Matthew 6:25 - 27

"Therefore I tell you, do not worry about your life, what you will eat or drink; or about your body, what you will wear. Is not life more important than food, and the body more important than clothes? Look at the birds of the air; they do not sow or reap or store away in barns, and yet your heavenly Father feeds them. Are you not much more valuable than they? Who of you by worrying can add a single hour to his life?"

Wednesday, March 23, 2011

One Flesh Minus One/Half

In the book of Genesis, chapter 2, we read the story of the creation of the first woman. God took a rib from the man He had made and from it, He made woman and brought her to her mate, her husband. In verse 23, the man said, "this is now bone of my bones and flesh of my flesh; she shall be called 'woman,' for she was taken out of man. For this reason a man will leave his father and mother and be united to his wife, and they will become one flesh." We've all heard these verses quoted at weddings. I spent a lot of my married life trying to understand what it meant to be "one flesh" (beyond the obvious, of course). I even wondered if we had actually become "one flesh". God says in another place, that He will take our hearts of stone and give us hearts of "flesh". Could it be that God, who looks at the heart rather than the outward "flesh", meant that He would make the man and the woman "one heart"?

So, now that my husband is gone, I've been asking the Lord this question: "Does that mean that I am now 'one-half flesh'? One-half of a living heart/spirit? Have you heard it said that a surviving spouse has died of "a broken heart"? I can understand how this could be true now. My head tells me that the question itself reflects the loss I feel, the emptiness, the sense of lost identity and direction. Today I read this:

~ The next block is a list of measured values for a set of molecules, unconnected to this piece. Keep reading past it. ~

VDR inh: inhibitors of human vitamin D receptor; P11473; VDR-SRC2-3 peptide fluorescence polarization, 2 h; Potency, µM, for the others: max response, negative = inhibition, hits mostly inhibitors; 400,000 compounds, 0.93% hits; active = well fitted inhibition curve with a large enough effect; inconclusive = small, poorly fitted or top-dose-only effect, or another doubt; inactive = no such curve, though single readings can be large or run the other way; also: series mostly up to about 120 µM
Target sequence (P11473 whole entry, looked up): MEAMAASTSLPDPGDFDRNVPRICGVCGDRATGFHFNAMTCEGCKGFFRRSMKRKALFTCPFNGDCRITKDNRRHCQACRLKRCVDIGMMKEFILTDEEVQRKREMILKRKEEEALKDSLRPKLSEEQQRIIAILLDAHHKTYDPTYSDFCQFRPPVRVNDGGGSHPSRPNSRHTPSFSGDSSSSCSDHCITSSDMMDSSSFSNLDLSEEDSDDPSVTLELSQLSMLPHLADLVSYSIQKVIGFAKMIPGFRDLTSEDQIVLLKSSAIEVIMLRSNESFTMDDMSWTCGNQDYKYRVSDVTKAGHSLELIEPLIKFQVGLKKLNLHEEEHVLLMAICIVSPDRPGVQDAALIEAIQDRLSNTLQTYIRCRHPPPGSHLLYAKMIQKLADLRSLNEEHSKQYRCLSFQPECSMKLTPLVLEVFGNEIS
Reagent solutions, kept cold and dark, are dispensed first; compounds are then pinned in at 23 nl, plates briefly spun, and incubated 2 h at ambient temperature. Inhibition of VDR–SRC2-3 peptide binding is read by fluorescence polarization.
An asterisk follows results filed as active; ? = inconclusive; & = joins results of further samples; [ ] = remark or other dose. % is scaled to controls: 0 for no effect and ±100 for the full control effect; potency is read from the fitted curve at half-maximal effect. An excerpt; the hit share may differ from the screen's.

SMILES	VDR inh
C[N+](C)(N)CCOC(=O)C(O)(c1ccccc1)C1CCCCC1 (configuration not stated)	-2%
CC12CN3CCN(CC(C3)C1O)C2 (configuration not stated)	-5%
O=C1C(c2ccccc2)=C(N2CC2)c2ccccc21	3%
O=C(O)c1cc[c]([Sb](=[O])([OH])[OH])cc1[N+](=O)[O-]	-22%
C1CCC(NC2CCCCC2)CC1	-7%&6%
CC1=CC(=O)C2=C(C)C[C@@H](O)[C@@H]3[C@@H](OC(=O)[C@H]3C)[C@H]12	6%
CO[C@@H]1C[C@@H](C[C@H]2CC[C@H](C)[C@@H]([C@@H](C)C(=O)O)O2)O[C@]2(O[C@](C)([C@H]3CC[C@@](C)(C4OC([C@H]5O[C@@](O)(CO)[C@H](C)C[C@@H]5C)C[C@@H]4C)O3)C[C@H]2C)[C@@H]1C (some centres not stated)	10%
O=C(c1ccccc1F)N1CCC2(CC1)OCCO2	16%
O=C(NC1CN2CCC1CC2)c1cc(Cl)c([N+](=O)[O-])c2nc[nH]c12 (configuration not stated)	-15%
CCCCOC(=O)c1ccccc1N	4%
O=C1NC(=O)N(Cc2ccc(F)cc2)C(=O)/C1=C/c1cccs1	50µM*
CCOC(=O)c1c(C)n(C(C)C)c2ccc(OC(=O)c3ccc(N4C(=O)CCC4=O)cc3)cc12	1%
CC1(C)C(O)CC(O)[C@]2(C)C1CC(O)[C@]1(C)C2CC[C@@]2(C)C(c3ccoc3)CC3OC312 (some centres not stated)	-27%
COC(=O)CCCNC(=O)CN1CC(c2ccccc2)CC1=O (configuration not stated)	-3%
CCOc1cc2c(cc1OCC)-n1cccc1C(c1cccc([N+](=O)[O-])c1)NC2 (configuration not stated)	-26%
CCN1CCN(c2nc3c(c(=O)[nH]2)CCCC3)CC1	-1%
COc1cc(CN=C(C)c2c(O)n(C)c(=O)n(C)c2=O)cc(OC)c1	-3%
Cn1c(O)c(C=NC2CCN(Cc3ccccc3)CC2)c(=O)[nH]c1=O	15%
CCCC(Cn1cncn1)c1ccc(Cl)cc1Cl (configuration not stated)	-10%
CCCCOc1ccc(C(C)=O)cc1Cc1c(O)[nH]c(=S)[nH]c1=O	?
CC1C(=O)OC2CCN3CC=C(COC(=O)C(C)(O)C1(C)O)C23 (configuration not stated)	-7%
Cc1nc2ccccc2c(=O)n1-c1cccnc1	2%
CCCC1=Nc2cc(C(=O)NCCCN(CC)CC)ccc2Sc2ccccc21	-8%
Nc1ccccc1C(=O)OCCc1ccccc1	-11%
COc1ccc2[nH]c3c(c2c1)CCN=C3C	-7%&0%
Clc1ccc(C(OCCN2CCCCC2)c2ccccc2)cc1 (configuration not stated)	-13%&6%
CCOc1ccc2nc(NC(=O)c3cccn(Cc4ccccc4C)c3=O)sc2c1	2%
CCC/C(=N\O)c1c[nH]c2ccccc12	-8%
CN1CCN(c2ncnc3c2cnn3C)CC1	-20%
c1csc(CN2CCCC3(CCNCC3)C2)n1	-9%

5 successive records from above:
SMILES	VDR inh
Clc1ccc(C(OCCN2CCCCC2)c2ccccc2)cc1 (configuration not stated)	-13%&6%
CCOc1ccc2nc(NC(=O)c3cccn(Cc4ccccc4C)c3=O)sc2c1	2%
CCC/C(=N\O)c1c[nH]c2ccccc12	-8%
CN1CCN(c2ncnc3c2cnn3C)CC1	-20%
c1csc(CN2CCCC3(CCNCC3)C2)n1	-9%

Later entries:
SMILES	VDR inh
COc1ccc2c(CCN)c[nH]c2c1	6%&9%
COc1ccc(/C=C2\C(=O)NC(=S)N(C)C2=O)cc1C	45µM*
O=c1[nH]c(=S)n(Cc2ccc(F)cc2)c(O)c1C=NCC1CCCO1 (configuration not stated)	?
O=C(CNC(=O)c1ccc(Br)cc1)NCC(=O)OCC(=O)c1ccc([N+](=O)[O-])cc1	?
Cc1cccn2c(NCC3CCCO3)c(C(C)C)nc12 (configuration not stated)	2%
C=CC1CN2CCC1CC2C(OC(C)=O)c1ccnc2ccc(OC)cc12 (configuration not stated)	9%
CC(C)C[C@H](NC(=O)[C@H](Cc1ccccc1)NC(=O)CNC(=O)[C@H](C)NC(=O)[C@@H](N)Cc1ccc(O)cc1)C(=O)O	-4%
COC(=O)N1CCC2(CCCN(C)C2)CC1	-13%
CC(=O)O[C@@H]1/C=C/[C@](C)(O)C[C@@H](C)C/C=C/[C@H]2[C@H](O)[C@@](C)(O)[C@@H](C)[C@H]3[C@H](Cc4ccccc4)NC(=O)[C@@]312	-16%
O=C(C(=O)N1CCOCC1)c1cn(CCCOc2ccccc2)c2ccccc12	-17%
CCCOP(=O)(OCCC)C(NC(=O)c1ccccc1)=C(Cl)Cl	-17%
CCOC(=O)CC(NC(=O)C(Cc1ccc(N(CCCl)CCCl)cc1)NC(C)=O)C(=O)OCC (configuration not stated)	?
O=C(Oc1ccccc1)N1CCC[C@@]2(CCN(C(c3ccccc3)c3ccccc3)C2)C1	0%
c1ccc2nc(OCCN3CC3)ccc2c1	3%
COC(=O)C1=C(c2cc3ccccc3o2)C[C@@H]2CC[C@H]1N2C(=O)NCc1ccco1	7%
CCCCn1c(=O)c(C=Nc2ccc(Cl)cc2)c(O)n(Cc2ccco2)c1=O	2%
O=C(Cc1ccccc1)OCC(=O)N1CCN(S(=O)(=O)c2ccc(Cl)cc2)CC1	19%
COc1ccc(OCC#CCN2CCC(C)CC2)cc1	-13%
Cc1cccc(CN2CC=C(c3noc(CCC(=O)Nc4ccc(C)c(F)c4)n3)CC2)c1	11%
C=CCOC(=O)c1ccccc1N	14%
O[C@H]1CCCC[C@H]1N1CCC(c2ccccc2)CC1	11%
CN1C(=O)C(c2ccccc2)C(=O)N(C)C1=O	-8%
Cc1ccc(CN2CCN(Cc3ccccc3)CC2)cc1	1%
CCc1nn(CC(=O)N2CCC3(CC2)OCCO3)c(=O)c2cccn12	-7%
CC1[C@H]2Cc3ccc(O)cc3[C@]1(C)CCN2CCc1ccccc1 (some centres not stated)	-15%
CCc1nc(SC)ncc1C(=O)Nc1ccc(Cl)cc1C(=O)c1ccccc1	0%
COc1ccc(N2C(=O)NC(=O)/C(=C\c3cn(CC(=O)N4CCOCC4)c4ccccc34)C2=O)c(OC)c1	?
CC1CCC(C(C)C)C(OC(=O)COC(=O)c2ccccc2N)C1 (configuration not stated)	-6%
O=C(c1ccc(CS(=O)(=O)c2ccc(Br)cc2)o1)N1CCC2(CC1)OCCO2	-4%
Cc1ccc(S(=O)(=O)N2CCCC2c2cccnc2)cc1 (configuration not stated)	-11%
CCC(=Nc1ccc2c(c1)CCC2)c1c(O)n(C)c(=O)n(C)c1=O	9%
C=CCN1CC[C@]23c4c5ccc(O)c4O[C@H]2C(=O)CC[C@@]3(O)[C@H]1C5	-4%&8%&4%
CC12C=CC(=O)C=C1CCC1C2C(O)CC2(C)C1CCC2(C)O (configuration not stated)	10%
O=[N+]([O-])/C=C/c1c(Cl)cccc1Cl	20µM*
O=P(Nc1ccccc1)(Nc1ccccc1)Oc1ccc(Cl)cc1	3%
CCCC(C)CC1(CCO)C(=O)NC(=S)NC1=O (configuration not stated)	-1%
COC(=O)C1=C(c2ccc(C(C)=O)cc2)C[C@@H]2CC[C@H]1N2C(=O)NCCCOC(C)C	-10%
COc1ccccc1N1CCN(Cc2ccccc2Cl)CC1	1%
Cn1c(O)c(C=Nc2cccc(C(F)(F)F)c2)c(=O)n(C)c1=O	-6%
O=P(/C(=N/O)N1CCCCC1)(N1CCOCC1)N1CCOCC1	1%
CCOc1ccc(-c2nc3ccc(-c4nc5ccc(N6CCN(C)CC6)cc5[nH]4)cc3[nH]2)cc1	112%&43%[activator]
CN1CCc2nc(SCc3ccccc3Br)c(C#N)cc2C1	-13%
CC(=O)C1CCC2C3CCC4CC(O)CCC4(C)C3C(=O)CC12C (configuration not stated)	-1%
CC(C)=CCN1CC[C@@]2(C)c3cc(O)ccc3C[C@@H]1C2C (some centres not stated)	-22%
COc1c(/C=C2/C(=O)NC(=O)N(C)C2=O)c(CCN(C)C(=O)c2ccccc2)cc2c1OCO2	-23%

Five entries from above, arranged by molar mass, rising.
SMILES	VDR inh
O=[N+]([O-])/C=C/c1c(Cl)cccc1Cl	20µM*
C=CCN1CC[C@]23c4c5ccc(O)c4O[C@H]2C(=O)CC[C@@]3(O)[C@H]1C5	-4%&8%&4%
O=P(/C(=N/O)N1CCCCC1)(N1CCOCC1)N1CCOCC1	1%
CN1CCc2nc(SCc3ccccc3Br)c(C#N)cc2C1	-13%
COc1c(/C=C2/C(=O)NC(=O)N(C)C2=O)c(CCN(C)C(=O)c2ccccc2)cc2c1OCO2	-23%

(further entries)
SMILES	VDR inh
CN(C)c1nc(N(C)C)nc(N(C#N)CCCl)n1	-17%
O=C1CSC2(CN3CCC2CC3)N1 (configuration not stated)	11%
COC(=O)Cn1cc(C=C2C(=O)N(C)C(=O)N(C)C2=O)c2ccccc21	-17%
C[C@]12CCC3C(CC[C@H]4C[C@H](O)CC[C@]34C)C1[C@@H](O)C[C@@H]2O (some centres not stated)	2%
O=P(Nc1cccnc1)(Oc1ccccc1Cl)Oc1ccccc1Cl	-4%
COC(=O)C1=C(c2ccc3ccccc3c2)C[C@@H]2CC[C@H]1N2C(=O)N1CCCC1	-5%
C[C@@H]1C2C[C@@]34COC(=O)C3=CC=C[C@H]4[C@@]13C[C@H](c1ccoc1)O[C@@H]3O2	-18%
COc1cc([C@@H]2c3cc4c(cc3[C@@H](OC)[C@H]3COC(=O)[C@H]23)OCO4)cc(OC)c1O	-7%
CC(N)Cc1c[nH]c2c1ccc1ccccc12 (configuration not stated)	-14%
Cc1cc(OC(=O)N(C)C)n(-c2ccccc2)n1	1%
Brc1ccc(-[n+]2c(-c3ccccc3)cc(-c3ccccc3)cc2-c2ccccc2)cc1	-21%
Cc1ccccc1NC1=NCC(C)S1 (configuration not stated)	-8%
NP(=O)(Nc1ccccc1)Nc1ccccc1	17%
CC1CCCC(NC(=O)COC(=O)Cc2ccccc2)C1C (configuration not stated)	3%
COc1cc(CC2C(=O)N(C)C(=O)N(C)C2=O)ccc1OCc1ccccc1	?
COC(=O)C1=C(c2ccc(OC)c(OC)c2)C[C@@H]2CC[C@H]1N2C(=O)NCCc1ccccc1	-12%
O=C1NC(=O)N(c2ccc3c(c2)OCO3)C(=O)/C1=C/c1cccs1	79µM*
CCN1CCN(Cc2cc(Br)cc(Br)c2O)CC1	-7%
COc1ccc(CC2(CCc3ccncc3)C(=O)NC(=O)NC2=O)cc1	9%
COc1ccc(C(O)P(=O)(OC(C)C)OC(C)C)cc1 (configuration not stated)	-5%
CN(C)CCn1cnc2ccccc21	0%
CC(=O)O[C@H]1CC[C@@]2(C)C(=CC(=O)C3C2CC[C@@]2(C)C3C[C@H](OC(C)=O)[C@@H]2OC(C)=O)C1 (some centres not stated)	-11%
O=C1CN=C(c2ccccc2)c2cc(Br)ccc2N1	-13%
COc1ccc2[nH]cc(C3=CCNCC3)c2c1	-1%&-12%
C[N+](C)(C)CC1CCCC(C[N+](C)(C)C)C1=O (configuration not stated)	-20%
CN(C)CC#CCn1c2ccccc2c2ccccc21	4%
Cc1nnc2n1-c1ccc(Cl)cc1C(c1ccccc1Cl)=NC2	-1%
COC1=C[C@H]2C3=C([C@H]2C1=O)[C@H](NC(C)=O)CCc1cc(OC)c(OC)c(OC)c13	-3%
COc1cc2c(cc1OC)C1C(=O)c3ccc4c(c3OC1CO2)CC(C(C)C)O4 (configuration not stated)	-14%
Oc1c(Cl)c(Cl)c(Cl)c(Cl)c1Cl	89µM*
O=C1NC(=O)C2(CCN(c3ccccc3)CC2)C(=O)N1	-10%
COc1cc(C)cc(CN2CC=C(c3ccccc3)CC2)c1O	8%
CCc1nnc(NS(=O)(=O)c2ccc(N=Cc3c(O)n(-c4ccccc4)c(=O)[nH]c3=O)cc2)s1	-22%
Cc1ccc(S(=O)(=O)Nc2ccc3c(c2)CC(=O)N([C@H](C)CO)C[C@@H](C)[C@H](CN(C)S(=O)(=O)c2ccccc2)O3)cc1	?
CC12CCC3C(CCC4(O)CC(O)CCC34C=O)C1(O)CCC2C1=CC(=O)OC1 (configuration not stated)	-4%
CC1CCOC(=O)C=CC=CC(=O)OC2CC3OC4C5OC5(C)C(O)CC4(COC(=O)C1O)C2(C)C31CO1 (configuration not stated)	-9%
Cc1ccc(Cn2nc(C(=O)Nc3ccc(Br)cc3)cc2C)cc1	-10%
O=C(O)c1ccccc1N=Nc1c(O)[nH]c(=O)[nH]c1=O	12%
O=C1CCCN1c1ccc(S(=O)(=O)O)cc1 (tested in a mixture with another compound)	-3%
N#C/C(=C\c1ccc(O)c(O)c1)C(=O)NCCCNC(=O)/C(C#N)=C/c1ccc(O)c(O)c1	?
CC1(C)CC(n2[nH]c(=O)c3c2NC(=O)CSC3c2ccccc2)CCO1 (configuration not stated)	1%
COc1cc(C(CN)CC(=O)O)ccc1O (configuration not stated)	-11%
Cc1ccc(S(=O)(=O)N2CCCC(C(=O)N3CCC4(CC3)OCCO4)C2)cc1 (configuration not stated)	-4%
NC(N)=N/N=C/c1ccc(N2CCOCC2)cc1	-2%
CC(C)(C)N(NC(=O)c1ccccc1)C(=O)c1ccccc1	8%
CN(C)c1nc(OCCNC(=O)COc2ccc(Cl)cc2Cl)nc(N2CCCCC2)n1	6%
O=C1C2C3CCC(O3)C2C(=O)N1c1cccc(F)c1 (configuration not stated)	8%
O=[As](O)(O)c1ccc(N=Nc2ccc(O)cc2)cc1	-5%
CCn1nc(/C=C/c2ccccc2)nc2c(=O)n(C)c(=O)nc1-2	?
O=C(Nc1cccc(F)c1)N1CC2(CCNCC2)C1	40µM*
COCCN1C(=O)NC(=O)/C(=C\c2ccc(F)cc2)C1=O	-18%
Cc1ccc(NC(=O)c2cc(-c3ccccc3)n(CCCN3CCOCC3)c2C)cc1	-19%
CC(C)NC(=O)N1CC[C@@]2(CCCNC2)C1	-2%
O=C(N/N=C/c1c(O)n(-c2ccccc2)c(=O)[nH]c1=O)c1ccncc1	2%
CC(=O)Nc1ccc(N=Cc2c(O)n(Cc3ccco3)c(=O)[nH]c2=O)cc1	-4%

"You are not exactly who you were. The person you lost was part of your identity. You were someone's mother or aunt or spouse or brother. You continue to be that person in your heart and memory, but there's a vacant place where your loved one stood. And the loss of this person has subtracted from you part of who you were. Eventually you will take steps to move from the old to the new identity." (Footnote: from Beyond Grief by Carol Staudacher) The author goes on to say, "This may be hard to grasp at this time, but someday...." - Experiencing Grief by H. Norman Wright.
Someday.... but not today.


  1. "Yes, someday and as the days go by it does seem to get better; but then you are just standing there and a memory comes and you are back once again at the place of heart break. Jan I'm with you in spirit and thought, you will forever be Tom's wife and I Christian Mom. But most of all we are the daughters of the Most High! He holds us in his arms when we cry. love Deborah"

  2. I am going to commit to reading your blog everyday. I really feel that Father God has something to say to us through you and your message. What you are writing is so deep and so rich and so sincere to us (the body of NLC) right now. I like that you are reading books to gain knowledge and strength about what you are feeling right now. Love, Dawn.


I'm so glad you've visited with me today! I'd love to hear from you, too!